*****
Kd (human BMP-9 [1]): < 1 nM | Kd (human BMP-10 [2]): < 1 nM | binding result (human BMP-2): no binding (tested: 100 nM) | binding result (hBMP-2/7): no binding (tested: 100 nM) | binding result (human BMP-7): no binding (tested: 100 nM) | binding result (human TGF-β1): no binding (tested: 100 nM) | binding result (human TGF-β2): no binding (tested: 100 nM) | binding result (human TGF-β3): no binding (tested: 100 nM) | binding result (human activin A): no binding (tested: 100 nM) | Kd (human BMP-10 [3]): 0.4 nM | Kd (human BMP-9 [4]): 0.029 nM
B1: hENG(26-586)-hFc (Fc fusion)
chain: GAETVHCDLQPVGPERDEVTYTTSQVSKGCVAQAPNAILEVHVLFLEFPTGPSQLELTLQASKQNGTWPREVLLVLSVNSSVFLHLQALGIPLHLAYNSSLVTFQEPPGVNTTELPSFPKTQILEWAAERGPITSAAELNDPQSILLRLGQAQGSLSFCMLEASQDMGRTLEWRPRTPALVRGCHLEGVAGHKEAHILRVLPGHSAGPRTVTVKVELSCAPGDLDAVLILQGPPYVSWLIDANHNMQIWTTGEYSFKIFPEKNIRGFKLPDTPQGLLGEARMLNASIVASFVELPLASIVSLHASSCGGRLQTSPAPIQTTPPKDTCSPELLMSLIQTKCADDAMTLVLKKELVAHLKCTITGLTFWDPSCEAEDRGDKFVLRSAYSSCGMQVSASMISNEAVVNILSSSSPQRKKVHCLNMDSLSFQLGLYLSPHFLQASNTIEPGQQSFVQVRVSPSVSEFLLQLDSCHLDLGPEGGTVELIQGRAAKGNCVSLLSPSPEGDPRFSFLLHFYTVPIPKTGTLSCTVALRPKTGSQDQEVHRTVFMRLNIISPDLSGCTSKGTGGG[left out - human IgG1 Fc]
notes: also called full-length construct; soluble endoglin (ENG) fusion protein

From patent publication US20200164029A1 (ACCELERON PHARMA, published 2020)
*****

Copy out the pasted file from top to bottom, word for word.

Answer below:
Kd (human BMP-9 [1]): < 1 nM | Kd (human BMP-10 [2]): < 1 nM | binding result (human BMP-2): no binding (tested: 100 nM) | binding result (hBMP-2/7): no binding (tested: 100 nM) | binding result (human BMP-7): no binding (tested: 100 nM) | binding result (human TGF-β1): no binding (tested: 100 nM) | binding result (human TGF-β2): no binding (tested: 100 nM) | binding result (human TGF-β3): no binding (tested: 100 nM) | binding result (human activin A): no binding (tested: 100 nM) | Kd (human BMP-10 [3]): 0.4 nM | Kd (human BMP-9 [4]): 0.029 nM
B1: hENG(26-586)-hFc (Fc fusion)
chain: GAETVHCDLQPVGPERDEVTYTTSQVSKGCVAQAPNAILEVHVLFLEFPTGPSQLELTLQASKQNGTWPREVLLVLSVNSSVFLHLQALGIPLHLAYNSSLVTFQEPPGVNTTELPSFPKTQILEWAAERGPITSAAELNDPQSILLRLGQAQGSLSFCMLEASQDMGRTLEWRPRTPALVRGCHLEGVAGHKEAHILRVLPGHSAGPRTVTVKVELSCAPGDLDAVLILQGPPYVSWLIDANHNMQIWTTGEYSFKIFPEKNIRGFKLPDTPQGLLGEARMLNASIVASFVELPLASIVSLHASSCGGRLQTSPAPIQTTPPKDTCSPELLMSLIQTKCADDAMTLVLKKELVAHLKCTITGLTFWDPSCEAEDRGDKFVLRSAYSSCGMQVSASMISNEAVVNILSSSSPQRKKVHCLNMDSLSFQLGLYLSPHFLQASNTIEPGQQSFVQVRVSPSVSEFLLQLDSCHLDLGPEGGTVELIQGRAAKGNCVSLLSPSPEGDPRFSFLLHFYTVPIPKTGTLSCTVALRPKTGSQDQEVHRTVFMRLNIISPDLSGCTSKGTGGG[left out - human IgG1 Fc]
notes: also called full-length construct; soluble endoglin (ENG) fusion protein

From patent publication US20200164029A1 (ACCELERON PHARMA, published 2020)